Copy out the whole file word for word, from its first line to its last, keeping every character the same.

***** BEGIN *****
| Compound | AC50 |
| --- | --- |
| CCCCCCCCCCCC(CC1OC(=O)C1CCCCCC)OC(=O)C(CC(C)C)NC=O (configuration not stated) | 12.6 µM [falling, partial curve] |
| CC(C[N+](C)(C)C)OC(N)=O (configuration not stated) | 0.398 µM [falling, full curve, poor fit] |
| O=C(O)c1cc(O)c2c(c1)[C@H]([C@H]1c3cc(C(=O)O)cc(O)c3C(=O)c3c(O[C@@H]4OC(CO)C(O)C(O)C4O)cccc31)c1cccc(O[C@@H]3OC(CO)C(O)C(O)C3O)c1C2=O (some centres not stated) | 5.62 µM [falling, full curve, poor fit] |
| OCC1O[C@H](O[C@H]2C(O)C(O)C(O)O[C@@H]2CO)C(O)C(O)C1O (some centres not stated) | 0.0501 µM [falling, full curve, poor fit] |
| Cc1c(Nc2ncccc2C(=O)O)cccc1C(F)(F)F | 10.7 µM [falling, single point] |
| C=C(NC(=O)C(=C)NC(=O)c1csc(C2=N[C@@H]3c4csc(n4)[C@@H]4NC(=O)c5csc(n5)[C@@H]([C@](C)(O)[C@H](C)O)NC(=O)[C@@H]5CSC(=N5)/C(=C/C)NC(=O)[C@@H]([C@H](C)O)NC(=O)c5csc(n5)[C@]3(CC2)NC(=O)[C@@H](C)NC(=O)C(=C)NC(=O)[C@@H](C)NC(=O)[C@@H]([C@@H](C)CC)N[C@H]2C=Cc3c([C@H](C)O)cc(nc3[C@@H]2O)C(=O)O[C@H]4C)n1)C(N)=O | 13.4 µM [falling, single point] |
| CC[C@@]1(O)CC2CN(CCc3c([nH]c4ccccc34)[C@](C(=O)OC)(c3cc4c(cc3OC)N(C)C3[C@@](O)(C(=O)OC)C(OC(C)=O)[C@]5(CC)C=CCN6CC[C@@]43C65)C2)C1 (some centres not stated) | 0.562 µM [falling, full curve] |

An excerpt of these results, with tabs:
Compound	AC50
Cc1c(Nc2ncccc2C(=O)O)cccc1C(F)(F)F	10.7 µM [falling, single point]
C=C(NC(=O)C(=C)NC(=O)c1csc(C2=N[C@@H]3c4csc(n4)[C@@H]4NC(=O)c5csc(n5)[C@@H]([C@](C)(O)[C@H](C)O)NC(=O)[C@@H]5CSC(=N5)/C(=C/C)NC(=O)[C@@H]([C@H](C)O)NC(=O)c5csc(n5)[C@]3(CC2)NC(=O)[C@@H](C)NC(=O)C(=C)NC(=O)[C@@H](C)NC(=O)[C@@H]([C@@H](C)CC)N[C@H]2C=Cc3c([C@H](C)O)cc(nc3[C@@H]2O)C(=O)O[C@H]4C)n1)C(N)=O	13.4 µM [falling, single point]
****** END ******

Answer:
| Compound | AC50 |
| --- | --- |
| CCCCCCCCCCCC(CC1OC(=O)C1CCCCCC)OC(=O)C(CC(C)C)NC=O (configuration not stated) | 12.6 µM [falling, partial curve] |
| CC(C[N+](C)(C)C)OC(N)=O (configuration not stated) | 0.398 µM [falling, full curve, poor fit] |
| O=C(O)c1cc(O)c2c(c1)[C@H]([C@H]1c3cc(C(=O)O)cc(O)c3C(=O)c3c(O[C@@H]4OC(CO)C(O)C(O)C4O)cccc31)c1cccc(O[C@@H]3OC(CO)C(O)C(O)C3O)c1C2=O (some centres not stated) | 5.62 µM [falling, full curve, poor fit] |
| OCC1O[C@H](O[C@H]2C(O)C(O)C(O)O[C@@H]2CO)C(O)C(O)C1O (some centres not stated) | 0.0501 µM [falling, full curve, poor fit] |
| Cc1c(Nc2ncccc2C(=O)O)cccc1C(F)(F)F | 10.7 µM [falling, single point] |
| C=C(NC(=O)C(=C)NC(=O)c1csc(C2=N[C@@H]3c4csc(n4)[C@@H]4NC(=O)c5csc(n5)[C@@H]([C@](C)(O)[C@H](C)O)NC(=O)[C@@H]5CSC(=N5)/C(=C/C)NC(=O)[C@@H]([C@H](C)O)NC(=O)c5csc(n5)[C@]3(CC2)NC(=O)[C@@H](C)NC(=O)C(=C)NC(=O)[C@@H](C)NC(=O)[C@@H]([C@@H](C)CC)N[C@H]2C=Cc3c([C@H](C)O)cc(nc3[C@@H]2O)C(=O)O[C@H]4C)n1)C(N)=O | 13.4 µM [falling, single point] |
| CC[C@@]1(O)CC2CN(CCc3c([nH]c4ccccc34)[C@](C(=O)OC)(c3cc4c(cc3OC)N(C)C3[C@@](O)(C(=O)OC)C(OC(C)=O)[C@]5(CC)C=CCN6CC[C@@]43C65)C2)C1 (some centres not stated) | 0.562 µM [falling, full curve] |

An excerpt of these results, with tabs:
Compound	AC50
Cc1c(Nc2ncccc2C(=O)O)cccc1C(F)(F)F	10.7 µM [falling, single point]
C=C(NC(=O)C(=C)NC(=O)c1csc(C2=N[C@@H]3c4csc(n4)[C@@H]4NC(=O)c5csc(n5)[C@@H]([C@](C)(O)[C@H](C)O)NC(=O)[C@@H]5CSC(=N5)/C(=C/C)NC(=O)[C@@H]([C@H](C)O)NC(=O)c5csc(n5)[C@]3(CC2)NC(=O)[C@@H](C)NC(=O)C(=C)NC(=O)[C@@H](C)NC(=O)[C@@H]([C@@H](C)CC)N[C@H]2C=Cc3c([C@H](C)O)cc(nc3[C@@H]2O)C(=O)O[C@H]4C)n1)C(N)=O	13.4 µM [falling, single point]